While common marmoset fathers often participate extensively in infant care, individual participation between males varies greatly [11,16]. Using a motivation test specifically designed to determine the fathers’ motivation to respond to an infant, common marmoset fathers varied in their motivation to respond to recorded distressed infant cries or live infants [9,14]. Experienced fathers were significantly more responsive to infant cries than paired males who had not been fathers, but only ~60% of the experienced fathers were responsive in the motivation test [16]. When treated with estradiol, responsive fathers increased their responsiveness to the infant distress calls but non-fathers did not increase responsiveness indicating estrogens can only enhance parental motivation in an experienced father but not initiate the onset of parenting in male marmosets [17]. This test correlates with the father’s carrying behavior and time spent with offspring in the first few weeks after birth only when interference by other allocare family members does not occur [9].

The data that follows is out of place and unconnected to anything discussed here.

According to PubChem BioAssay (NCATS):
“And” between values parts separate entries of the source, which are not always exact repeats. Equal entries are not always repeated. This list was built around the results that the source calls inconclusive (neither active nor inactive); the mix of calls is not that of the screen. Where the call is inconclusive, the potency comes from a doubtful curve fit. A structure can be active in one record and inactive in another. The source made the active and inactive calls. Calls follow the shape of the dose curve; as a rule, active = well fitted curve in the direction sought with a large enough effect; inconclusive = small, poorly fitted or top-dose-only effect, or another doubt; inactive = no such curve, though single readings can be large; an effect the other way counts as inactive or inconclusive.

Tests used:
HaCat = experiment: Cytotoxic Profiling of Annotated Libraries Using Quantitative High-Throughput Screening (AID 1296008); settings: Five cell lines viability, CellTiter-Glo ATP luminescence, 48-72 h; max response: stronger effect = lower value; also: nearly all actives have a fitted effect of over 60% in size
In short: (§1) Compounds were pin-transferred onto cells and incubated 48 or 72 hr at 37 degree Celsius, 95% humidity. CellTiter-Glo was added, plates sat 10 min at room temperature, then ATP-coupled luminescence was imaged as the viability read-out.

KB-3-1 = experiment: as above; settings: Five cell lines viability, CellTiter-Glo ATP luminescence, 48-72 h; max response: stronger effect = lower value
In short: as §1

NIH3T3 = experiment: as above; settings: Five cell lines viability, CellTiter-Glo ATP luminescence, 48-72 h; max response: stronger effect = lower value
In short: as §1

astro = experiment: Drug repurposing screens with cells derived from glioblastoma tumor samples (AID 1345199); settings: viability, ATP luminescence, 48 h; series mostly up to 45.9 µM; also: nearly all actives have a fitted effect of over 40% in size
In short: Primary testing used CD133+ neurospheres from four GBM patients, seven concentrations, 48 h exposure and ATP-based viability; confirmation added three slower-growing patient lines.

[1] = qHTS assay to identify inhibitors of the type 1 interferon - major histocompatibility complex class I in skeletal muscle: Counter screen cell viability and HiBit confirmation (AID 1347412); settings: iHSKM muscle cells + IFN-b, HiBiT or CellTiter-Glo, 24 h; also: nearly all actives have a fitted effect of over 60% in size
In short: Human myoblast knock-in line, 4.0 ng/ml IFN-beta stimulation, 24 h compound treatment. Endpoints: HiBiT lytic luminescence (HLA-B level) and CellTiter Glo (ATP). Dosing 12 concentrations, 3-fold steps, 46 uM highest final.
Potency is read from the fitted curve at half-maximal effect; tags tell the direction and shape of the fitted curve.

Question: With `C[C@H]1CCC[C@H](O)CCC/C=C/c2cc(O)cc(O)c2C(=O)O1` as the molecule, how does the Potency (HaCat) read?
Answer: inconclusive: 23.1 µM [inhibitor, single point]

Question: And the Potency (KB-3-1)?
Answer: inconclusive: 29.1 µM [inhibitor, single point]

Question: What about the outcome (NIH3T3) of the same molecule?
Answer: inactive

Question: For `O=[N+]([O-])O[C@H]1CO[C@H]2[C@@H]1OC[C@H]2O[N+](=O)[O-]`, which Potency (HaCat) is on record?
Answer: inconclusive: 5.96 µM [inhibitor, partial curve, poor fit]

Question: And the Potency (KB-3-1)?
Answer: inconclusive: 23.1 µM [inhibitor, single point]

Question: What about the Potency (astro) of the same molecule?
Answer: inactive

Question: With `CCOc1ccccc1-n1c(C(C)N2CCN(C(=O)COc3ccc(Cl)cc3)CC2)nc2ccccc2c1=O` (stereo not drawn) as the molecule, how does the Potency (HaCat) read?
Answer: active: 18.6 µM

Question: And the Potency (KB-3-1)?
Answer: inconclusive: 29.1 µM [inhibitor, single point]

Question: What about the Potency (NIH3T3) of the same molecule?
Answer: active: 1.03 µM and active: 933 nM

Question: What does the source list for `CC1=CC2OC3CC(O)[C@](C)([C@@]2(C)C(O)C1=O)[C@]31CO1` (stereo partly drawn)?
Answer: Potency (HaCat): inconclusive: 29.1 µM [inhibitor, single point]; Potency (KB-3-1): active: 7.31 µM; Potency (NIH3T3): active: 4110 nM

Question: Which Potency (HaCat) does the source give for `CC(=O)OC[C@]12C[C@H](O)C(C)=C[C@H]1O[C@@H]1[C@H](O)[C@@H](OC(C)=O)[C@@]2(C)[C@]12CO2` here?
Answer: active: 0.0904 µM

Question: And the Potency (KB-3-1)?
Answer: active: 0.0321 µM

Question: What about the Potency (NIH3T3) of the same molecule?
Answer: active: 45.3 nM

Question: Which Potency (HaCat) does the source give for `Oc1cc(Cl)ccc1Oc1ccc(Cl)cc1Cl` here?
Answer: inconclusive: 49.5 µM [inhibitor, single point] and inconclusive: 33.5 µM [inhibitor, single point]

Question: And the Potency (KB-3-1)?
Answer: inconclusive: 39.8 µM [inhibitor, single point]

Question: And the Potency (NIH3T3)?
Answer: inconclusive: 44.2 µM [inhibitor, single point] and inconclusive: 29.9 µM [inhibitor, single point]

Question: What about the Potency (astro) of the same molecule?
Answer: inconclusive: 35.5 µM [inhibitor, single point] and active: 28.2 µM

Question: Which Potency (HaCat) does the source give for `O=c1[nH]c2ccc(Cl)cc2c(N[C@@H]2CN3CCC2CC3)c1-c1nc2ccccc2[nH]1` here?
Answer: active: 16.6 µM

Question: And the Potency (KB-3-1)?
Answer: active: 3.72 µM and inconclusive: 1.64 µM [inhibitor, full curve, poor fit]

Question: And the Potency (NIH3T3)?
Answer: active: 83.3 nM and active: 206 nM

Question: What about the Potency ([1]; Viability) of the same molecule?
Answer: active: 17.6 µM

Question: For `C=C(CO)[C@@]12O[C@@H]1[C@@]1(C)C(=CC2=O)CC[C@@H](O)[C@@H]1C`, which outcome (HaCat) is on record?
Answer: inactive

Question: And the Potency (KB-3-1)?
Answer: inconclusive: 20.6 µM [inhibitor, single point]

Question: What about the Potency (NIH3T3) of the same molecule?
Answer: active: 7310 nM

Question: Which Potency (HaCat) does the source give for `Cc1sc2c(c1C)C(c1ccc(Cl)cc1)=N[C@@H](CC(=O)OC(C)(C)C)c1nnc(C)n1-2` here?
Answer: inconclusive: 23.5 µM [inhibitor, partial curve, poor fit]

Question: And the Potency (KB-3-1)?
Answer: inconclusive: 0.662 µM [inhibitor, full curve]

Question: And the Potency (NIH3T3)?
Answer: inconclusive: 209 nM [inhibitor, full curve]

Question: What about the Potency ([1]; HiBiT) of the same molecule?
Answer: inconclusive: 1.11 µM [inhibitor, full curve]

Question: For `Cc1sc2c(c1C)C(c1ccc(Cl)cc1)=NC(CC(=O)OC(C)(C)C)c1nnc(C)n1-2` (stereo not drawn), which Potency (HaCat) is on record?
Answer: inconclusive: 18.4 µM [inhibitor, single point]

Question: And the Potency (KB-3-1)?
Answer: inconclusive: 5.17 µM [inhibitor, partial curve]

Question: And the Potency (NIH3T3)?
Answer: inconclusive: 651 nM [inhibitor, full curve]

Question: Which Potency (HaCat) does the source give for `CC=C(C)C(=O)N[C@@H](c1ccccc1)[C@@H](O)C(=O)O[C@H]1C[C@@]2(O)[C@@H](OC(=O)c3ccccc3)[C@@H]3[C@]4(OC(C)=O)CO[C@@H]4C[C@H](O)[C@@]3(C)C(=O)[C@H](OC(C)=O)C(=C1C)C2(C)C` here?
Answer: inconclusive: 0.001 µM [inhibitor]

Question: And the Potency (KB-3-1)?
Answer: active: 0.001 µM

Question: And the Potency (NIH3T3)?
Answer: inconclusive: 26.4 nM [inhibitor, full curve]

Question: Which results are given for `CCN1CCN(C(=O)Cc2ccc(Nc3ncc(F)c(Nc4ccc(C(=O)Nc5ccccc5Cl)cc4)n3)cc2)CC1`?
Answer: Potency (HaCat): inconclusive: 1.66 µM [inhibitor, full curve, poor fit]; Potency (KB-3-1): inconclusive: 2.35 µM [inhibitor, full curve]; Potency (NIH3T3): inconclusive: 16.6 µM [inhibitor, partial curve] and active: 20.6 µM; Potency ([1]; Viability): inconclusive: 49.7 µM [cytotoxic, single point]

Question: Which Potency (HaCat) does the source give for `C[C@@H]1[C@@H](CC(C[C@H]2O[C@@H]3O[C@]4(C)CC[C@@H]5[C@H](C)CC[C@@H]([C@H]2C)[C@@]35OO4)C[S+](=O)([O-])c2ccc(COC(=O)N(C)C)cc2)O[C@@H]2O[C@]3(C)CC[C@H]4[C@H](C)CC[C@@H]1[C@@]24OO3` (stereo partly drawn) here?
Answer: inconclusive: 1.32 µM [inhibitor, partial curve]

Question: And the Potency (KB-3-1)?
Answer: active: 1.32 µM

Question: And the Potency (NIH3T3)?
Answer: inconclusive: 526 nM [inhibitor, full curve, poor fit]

Marmosets wean infants by ages 5–10 weeks. This is a critical time when mothers are rejecting their offspring more often and fathers are encouraging the introduction of food. While both parents transfer food to infants during weaning, fathers are the first and most responsible for introducing solid food during weaning [18, 12]. Thus, marmoset fathers appear to have an important role in ensuring the survival and health of their offspring. Male care in biparental mammals may therefore benefit the offspring by increasing their survival to independence including increased growth rates or size [17]. However, such definitive data on infant outcomes for biparental primates does not exist.